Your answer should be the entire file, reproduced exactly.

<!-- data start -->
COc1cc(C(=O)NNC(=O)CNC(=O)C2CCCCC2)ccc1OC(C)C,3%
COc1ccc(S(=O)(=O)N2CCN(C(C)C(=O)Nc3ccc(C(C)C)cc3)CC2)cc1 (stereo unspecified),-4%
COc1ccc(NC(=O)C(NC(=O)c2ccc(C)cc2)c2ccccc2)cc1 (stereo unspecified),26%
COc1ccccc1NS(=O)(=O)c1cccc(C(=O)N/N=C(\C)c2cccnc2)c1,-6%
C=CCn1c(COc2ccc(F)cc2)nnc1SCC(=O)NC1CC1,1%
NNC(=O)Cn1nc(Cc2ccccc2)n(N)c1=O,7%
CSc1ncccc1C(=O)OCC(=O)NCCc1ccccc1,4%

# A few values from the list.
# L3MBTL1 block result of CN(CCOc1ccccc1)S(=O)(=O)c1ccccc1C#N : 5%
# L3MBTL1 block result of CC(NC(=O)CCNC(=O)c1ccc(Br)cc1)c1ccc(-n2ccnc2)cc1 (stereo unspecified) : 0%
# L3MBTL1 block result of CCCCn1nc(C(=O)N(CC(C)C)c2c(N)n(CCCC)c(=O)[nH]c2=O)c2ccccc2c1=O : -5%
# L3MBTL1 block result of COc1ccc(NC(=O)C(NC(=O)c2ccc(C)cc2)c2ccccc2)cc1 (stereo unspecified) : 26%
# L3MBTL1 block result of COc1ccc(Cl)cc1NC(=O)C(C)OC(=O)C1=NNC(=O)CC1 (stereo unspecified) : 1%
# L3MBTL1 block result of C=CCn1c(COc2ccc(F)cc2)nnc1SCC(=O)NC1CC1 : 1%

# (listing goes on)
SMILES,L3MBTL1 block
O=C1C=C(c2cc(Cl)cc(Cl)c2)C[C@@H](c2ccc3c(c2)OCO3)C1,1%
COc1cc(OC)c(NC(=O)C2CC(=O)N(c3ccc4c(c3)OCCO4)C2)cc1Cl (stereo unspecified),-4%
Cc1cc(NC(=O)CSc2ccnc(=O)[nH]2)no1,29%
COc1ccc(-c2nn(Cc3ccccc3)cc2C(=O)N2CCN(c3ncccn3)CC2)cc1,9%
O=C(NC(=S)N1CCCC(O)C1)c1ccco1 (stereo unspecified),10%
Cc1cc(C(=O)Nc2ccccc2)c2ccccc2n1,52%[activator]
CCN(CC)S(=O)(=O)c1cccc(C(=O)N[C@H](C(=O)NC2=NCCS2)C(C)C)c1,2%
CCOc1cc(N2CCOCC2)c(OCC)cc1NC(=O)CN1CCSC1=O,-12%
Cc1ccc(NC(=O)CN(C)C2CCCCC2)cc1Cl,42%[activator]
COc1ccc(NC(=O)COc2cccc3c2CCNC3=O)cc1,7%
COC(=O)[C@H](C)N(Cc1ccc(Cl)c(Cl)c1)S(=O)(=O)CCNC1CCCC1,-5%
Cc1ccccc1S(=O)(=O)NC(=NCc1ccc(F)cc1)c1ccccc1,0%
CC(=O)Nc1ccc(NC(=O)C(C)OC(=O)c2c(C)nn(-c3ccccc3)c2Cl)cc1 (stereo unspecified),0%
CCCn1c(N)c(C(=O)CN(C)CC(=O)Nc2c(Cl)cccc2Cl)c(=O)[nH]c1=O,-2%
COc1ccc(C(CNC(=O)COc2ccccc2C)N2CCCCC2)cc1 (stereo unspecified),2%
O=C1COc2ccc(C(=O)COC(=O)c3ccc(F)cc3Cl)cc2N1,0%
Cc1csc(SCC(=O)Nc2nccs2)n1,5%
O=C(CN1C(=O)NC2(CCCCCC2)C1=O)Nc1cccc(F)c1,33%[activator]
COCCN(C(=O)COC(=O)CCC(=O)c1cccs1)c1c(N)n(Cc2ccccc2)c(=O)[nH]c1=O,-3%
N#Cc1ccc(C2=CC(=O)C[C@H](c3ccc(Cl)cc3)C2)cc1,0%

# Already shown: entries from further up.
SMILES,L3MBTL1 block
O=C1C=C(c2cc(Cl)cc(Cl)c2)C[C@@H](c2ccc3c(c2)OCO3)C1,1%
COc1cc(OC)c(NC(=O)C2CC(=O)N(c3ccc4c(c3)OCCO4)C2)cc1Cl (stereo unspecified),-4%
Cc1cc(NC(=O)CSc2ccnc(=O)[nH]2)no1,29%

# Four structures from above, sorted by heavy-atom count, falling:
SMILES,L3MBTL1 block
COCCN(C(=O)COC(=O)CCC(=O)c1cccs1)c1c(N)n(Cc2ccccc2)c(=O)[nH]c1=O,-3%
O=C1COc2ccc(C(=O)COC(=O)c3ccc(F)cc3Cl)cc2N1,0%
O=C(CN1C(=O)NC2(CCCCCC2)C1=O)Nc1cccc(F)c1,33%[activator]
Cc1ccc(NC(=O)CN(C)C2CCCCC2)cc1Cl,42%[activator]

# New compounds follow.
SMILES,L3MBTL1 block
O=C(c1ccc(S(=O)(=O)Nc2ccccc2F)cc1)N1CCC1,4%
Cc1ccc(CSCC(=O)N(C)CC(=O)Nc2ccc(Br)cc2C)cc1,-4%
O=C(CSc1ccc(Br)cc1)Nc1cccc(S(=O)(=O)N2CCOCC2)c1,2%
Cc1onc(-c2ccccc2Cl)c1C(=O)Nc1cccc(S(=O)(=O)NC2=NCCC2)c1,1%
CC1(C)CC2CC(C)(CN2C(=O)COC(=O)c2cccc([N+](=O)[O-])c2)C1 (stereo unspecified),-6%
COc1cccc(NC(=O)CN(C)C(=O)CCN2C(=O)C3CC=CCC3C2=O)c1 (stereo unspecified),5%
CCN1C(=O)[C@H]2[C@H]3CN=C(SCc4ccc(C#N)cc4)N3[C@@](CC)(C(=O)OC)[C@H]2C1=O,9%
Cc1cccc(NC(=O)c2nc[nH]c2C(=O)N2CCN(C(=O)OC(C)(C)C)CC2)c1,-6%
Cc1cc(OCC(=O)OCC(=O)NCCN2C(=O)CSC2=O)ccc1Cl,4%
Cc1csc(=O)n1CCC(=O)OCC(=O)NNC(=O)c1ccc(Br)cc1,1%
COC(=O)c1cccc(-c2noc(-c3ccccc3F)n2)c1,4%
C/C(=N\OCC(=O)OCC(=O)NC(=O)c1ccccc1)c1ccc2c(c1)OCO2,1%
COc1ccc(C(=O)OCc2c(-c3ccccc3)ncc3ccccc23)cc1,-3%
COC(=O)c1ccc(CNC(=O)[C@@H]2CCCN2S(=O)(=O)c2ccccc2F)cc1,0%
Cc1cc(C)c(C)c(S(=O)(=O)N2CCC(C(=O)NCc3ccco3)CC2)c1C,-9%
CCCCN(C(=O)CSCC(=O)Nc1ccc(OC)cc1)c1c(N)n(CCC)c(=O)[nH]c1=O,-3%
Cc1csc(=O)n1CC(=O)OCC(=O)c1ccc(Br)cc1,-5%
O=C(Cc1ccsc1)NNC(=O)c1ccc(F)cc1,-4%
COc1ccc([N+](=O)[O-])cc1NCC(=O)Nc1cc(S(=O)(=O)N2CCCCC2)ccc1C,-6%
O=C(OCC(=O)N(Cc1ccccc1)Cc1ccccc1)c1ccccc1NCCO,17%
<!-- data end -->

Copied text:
COc1cc(C(=O)NNC(=O)CNC(=O)C2CCCCC2)ccc1OC(C)C,3%
COc1ccc(S(=O)(=O)N2CCN(C(C)C(=O)Nc3ccc(C(C)C)cc3)CC2)cc1 (stereo unspecified),-4%
COc1ccc(NC(=O)C(NC(=O)c2ccc(C)cc2)c2ccccc2)cc1 (stereo unspecified),26%
COc1ccccc1NS(=O)(=O)c1cccc(C(=O)N/N=C(\C)c2cccnc2)c1,-6%
C=CCn1c(COc2ccc(F)cc2)nnc1SCC(=O)NC1CC1,1%
NNC(=O)Cn1nc(Cc2ccccc2)n(N)c1=O,7%
CSc1ncccc1C(=O)OCC(=O)NCCc1ccccc1,4%

# A few values from the list.
# L3MBTL1 block result of CN(CCOc1ccccc1)S(=O)(=O)c1ccccc1C#N : 5%
# L3MBTL1 block result of CC(NC(=O)CCNC(=O)c1ccc(Br)cc1)c1ccc(-n2ccnc2)cc1 (stereo unspecified) : 0%
# L3MBTL1 block result of CCCCn1nc(C(=O)N(CC(C)C)c2c(N)n(CCCC)c(=O)[nH]c2=O)c2ccccc2c1=O : -5%
# L3MBTL1 block result of COc1ccc(NC(=O)C(NC(=O)c2ccc(C)cc2)c2ccccc2)cc1 (stereo unspecified) : 26%
# L3MBTL1 block result of COc1ccc(Cl)cc1NC(=O)C(C)OC(=O)C1=NNC(=O)CC1 (stereo unspecified) : 1%
# L3MBTL1 block result of C=CCn1c(COc2ccc(F)cc2)nnc1SCC(=O)NC1CC1 : 1%

# (listing goes on)
SMILES,L3MBTL1 block
O=C1C=C(c2cc(Cl)cc(Cl)c2)C[C@@H](c2ccc3c(c2)OCO3)C1,1%
COc1cc(OC)c(NC(=O)C2CC(=O)N(c3ccc4c(c3)OCCO4)C2)cc1Cl (stereo unspecified),-4%
Cc1cc(NC(=O)CSc2ccnc(=O)[nH]2)no1,29%
COc1ccc(-c2nn(Cc3ccccc3)cc2C(=O)N2CCN(c3ncccn3)CC2)cc1,9%
O=C(NC(=S)N1CCCC(O)C1)c1ccco1 (stereo unspecified),10%
Cc1cc(C(=O)Nc2ccccc2)c2ccccc2n1,52%[activator]
CCN(CC)S(=O)(=O)c1cccc(C(=O)N[C@H](C(=O)NC2=NCCS2)C(C)C)c1,2%
CCOc1cc(N2CCOCC2)c(OCC)cc1NC(=O)CN1CCSC1=O,-12%
Cc1ccc(NC(=O)CN(C)C2CCCCC2)cc1Cl,42%[activator]
COc1ccc(NC(=O)COc2cccc3c2CCNC3=O)cc1,7%
COC(=O)[C@H](C)N(Cc1ccc(Cl)c(Cl)c1)S(=O)(=O)CCNC1CCCC1,-5%
Cc1ccccc1S(=O)(=O)NC(=NCc1ccc(F)cc1)c1ccccc1,0%
CC(=O)Nc1ccc(NC(=O)C(C)OC(=O)c2c(C)nn(-c3ccccc3)c2Cl)cc1 (stereo unspecified),0%
CCCn1c(N)c(C(=O)CN(C)CC(=O)Nc2c(Cl)cccc2Cl)c(=O)[nH]c1=O,-2%
COc1ccc(C(CNC(=O)COc2ccccc2C)N2CCCCC2)cc1 (stereo unspecified),2%
O=C1COc2ccc(C(=O)COC(=O)c3ccc(F)cc3Cl)cc2N1,0%
Cc1csc(SCC(=O)Nc2nccs2)n1,5%
O=C(CN1C(=O)NC2(CCCCCC2)C1=O)Nc1cccc(F)c1,33%[activator]
COCCN(C(=O)COC(=O)CCC(=O)c1cccs1)c1c(N)n(Cc2ccccc2)c(=O)[nH]c1=O,-3%
N#Cc1ccc(C2=CC(=O)C[C@H](c3ccc(Cl)cc3)C2)cc1,0%

# Already shown: entries from further up.
SMILES,L3MBTL1 block
O=C1C=C(c2cc(Cl)cc(Cl)c2)C[C@@H](c2ccc3c(c2)OCO3)C1,1%
COc1cc(OC)c(NC(=O)C2CC(=O)N(c3ccc4c(c3)OCCO4)C2)cc1Cl (stereo unspecified),-4%
Cc1cc(NC(=O)CSc2ccnc(=O)[nH]2)no1,29%

# Four structures from above, sorted by heavy-atom count, falling:
SMILES,L3MBTL1 block
COCCN(C(=O)COC(=O)CCC(=O)c1cccs1)c1c(N)n(Cc2ccccc2)c(=O)[nH]c1=O,-3%
O=C1COc2ccc(C(=O)COC(=O)c3ccc(F)cc3Cl)cc2N1,0%
O=C(CN1C(=O)NC2(CCCCCC2)C1=O)Nc1cccc(F)c1,33%[activator]
Cc1ccc(NC(=O)CN(C)C2CCCCC2)cc1Cl,42%[activator]

# New compounds follow.
SMILES,L3MBTL1 block
O=C(c1ccc(S(=O)(=O)Nc2ccccc2F)cc1)N1CCC1,4%
Cc1ccc(CSCC(=O)N(C)CC(=O)Nc2ccc(Br)cc2C)cc1,-4%
O=C(CSc1ccc(Br)cc1)Nc1cccc(S(=O)(=O)N2CCOCC2)c1,2%
Cc1onc(-c2ccccc2Cl)c1C(=O)Nc1cccc(S(=O)(=O)NC2=NCCC2)c1,1%
CC1(C)CC2CC(C)(CN2C(=O)COC(=O)c2cccc([N+](=O)[O-])c2)C1 (stereo unspecified),-6%
COc1cccc(NC(=O)CN(C)C(=O)CCN2C(=O)C3CC=CCC3C2=O)c1 (stereo unspecified),5%
CCN1C(=O)[C@H]2[C@H]3CN=C(SCc4ccc(C#N)cc4)N3[C@@](CC)(C(=O)OC)[C@H]2C1=O,9%
Cc1cccc(NC(=O)c2nc[nH]c2C(=O)N2CCN(C(=O)OC(C)(C)C)CC2)c1,-6%
Cc1cc(OCC(=O)OCC(=O)NCCN2C(=O)CSC2=O)ccc1Cl,4%
Cc1csc(=O)n1CCC(=O)OCC(=O)NNC(=O)c1ccc(Br)cc1,1%
COC(=O)c1cccc(-c2noc(-c3ccccc3F)n2)c1,4%
C/C(=N\OCC(=O)OCC(=O)NC(=O)c1ccccc1)c1ccc2c(c1)OCO2,1%
COc1ccc(C(=O)OCc2c(-c3ccccc3)ncc3ccccc23)cc1,-3%
COC(=O)c1ccc(CNC(=O)[C@@H]2CCCN2S(=O)(=O)c2ccccc2F)cc1,0%
Cc1cc(C)c(C)c(S(=O)(=O)N2CCC(C(=O)NCc3ccco3)CC2)c1C,-9%
CCCCN(C(=O)CSCC(=O)Nc1ccc(OC)cc1)c1c(N)n(CCC)c(=O)[nH]c1=O,-3%
Cc1csc(=O)n1CC(=O)OCC(=O)c1ccc(Br)cc1,-5%
O=C(Cc1ccsc1)NNC(=O)c1ccc(F)cc1,-4%
COc1ccc([N+](=O)[O-])cc1NCC(=O)Nc1cc(S(=O)(=O)N2CCCCC2)ccc1C,-6%
O=C(OCC(=O)N(Cc1ccccc1)Cc1ccccc1)c1ccccc1NCCO,17%